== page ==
HC Deb 03 August 1836 vol 35 cc865-74

The Chancellor of the Exchequer moved that this Bill be now read a second time.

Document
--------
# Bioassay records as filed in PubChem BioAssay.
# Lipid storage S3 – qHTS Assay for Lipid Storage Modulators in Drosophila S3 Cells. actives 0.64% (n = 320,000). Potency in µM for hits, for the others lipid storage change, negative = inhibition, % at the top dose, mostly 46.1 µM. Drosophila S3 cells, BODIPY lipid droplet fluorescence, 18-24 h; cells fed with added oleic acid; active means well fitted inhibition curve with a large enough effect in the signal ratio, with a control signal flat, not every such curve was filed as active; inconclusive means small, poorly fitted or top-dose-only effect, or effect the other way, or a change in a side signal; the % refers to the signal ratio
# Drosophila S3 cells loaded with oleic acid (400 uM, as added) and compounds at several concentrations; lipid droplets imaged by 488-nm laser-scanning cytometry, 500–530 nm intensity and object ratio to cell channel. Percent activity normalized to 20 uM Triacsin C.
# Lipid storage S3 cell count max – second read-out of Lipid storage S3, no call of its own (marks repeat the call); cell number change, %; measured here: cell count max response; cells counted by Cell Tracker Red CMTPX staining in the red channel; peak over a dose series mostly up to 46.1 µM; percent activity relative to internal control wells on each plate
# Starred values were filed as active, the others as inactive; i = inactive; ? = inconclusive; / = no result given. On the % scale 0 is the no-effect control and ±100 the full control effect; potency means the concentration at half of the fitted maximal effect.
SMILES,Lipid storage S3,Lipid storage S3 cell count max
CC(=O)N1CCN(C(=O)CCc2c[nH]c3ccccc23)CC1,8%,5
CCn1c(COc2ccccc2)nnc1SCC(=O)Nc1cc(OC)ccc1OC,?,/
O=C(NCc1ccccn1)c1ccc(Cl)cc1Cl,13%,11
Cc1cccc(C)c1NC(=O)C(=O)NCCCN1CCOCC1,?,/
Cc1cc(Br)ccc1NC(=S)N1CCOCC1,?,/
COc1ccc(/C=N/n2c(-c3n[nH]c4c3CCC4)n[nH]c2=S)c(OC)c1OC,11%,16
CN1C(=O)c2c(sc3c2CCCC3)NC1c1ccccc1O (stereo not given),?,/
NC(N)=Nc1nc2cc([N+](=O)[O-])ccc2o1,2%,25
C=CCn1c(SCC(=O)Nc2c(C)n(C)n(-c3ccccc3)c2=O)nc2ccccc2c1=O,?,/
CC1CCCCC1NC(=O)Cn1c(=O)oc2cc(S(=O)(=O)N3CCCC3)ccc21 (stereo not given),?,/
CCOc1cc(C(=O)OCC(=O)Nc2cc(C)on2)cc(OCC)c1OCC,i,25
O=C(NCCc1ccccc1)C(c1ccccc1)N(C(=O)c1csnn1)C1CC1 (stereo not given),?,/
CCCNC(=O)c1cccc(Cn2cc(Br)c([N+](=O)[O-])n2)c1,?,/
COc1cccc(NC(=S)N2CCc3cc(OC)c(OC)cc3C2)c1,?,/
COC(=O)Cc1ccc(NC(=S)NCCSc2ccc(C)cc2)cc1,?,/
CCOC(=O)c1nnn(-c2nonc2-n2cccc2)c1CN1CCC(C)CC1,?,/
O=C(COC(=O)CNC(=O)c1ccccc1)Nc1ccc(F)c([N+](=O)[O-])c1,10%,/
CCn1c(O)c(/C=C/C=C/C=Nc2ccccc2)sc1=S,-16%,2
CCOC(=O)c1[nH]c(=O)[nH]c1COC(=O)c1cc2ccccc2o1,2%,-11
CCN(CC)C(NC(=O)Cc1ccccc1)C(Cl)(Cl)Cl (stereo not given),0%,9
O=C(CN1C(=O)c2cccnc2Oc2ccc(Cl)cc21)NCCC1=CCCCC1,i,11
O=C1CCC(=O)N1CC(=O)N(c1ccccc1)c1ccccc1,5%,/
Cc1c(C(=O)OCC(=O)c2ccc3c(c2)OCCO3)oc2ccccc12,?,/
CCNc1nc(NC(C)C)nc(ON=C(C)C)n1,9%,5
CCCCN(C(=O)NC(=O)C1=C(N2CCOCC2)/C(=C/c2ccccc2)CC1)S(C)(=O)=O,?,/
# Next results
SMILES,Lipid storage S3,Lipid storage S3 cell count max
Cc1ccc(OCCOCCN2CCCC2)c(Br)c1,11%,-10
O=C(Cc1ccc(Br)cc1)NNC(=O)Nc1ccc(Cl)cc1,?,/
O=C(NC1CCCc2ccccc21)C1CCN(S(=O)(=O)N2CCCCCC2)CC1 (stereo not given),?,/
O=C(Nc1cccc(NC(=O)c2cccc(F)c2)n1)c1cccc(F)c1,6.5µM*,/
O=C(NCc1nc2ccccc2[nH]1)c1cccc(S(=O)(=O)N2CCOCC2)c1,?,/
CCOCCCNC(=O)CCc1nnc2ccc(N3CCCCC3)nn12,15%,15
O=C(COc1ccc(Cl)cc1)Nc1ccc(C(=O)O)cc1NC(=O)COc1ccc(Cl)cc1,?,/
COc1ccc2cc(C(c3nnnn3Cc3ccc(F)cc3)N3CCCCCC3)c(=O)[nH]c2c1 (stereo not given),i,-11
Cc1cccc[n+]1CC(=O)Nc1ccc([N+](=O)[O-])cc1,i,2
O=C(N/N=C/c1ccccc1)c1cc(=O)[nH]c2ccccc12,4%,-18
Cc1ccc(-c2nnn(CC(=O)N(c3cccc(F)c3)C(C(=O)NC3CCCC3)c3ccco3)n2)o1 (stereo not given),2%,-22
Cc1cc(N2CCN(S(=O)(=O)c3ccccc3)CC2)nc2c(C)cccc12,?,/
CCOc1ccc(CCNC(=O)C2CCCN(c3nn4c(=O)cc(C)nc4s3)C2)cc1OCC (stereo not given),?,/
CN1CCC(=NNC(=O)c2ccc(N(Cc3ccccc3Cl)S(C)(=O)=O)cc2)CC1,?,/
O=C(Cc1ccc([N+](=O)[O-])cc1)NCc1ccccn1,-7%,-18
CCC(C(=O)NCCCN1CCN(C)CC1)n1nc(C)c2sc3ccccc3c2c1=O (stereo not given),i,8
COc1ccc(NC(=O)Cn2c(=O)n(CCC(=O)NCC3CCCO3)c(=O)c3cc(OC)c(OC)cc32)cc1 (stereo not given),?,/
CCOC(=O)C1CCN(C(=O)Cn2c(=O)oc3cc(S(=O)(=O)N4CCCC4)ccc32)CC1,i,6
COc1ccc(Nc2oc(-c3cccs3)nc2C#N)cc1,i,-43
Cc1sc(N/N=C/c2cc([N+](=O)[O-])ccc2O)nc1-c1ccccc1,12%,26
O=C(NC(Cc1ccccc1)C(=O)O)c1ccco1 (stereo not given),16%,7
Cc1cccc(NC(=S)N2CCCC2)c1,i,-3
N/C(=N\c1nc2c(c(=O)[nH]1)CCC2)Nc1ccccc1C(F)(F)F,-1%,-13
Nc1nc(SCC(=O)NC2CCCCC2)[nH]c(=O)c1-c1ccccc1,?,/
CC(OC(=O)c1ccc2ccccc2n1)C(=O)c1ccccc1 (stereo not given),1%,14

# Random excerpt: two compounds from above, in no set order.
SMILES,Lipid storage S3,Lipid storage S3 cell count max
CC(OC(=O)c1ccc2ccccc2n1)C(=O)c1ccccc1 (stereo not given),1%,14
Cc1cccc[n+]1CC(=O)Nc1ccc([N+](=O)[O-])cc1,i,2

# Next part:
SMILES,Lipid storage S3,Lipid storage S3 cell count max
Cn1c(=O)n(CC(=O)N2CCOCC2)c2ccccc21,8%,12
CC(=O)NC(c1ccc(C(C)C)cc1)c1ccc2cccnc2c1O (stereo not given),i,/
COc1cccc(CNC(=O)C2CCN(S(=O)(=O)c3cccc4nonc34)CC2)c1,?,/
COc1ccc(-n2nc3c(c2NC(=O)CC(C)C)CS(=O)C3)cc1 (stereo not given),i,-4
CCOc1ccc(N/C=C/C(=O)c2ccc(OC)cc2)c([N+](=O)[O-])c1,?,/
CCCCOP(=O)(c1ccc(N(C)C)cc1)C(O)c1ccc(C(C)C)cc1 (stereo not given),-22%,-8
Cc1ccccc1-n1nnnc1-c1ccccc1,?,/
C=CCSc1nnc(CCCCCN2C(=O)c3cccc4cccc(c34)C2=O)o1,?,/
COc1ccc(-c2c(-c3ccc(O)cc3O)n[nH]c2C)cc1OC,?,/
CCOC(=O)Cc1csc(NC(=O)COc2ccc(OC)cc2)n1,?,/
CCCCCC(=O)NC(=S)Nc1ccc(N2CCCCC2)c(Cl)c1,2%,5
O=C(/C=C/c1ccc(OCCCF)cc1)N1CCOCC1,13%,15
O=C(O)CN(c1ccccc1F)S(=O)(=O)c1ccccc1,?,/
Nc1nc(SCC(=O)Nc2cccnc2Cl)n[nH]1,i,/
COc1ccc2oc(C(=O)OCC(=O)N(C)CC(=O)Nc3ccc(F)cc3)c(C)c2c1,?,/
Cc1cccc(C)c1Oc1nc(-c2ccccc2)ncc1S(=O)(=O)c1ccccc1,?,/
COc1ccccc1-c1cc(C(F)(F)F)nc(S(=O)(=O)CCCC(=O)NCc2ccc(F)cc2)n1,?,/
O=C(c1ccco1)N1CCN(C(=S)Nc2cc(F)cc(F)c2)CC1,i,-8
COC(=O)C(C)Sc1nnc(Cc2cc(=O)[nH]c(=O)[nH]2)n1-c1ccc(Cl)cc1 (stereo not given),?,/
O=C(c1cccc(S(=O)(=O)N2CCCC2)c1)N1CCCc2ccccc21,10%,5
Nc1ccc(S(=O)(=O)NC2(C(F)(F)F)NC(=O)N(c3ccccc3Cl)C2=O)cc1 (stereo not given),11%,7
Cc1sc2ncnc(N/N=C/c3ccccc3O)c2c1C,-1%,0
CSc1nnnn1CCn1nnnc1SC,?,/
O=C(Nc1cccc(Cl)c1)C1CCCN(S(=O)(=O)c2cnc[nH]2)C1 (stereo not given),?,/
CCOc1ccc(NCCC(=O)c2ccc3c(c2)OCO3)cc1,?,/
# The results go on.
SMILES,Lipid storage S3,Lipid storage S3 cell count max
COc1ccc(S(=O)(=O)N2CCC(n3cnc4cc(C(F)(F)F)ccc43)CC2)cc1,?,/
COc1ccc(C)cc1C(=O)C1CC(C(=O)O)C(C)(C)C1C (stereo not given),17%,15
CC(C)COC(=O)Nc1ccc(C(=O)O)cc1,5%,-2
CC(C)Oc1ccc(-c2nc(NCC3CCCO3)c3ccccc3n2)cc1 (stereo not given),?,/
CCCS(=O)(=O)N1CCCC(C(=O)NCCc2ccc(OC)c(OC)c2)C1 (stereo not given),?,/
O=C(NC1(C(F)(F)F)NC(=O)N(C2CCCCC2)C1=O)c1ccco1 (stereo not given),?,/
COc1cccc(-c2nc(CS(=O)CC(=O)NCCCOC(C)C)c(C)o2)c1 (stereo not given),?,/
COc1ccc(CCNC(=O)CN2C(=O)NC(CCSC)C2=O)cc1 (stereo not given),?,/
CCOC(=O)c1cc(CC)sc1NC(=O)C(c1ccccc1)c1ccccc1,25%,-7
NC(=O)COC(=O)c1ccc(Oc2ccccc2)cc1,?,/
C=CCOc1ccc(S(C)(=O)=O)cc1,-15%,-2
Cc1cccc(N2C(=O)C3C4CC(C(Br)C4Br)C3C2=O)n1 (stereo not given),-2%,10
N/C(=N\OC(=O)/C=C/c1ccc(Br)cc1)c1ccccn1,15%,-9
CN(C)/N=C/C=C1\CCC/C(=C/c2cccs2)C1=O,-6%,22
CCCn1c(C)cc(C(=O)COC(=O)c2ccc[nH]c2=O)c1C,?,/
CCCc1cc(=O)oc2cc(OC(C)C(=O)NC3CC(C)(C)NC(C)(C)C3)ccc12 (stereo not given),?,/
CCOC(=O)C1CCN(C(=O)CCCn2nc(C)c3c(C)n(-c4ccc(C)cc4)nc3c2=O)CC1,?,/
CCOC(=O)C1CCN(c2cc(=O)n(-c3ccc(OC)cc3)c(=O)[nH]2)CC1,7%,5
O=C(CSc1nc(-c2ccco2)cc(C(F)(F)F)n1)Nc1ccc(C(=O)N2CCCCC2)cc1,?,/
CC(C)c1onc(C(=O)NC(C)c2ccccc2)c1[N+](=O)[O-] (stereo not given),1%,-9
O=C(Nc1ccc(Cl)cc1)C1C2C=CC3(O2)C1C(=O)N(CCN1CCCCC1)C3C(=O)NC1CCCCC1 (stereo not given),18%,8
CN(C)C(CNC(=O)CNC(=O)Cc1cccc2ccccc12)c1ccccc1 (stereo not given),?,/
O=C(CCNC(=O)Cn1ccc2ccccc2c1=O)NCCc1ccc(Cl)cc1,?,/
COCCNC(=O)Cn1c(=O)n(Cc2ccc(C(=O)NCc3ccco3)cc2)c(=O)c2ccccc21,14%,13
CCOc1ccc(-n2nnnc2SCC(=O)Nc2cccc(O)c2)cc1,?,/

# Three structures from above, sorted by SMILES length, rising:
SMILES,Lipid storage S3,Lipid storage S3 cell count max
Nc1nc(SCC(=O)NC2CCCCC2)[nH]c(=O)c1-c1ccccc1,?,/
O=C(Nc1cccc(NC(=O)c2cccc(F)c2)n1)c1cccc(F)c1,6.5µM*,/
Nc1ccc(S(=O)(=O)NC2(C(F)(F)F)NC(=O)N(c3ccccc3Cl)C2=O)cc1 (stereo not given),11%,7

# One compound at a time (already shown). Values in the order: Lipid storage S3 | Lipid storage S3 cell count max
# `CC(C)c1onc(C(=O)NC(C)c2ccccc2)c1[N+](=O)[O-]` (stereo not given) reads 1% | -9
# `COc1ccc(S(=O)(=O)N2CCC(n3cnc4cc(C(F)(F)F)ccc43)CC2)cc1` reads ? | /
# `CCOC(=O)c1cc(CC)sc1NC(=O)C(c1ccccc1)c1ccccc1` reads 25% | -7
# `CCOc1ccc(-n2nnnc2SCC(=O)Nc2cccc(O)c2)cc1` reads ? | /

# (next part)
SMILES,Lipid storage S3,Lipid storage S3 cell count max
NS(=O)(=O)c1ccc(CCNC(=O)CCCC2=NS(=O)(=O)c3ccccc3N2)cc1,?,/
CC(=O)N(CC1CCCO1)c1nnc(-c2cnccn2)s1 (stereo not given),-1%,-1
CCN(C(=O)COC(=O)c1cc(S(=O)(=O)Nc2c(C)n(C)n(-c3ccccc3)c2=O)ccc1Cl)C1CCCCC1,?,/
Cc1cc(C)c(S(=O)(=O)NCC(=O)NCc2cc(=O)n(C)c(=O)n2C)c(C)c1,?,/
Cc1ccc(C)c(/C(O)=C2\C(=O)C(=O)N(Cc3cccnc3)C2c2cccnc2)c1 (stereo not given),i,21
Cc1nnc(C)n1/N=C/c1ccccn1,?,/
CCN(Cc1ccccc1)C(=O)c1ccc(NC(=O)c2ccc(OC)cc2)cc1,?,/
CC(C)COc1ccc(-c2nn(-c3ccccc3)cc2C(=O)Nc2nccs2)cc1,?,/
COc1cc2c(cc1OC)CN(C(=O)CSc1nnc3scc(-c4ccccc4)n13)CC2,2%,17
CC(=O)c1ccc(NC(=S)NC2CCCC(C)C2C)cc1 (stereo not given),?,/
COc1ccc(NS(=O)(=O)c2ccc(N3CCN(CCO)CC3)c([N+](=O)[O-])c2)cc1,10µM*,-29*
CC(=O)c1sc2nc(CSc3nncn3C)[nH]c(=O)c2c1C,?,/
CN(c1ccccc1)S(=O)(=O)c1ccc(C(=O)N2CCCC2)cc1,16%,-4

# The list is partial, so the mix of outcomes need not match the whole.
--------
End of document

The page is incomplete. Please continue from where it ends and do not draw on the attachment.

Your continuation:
Sir Robert Inglis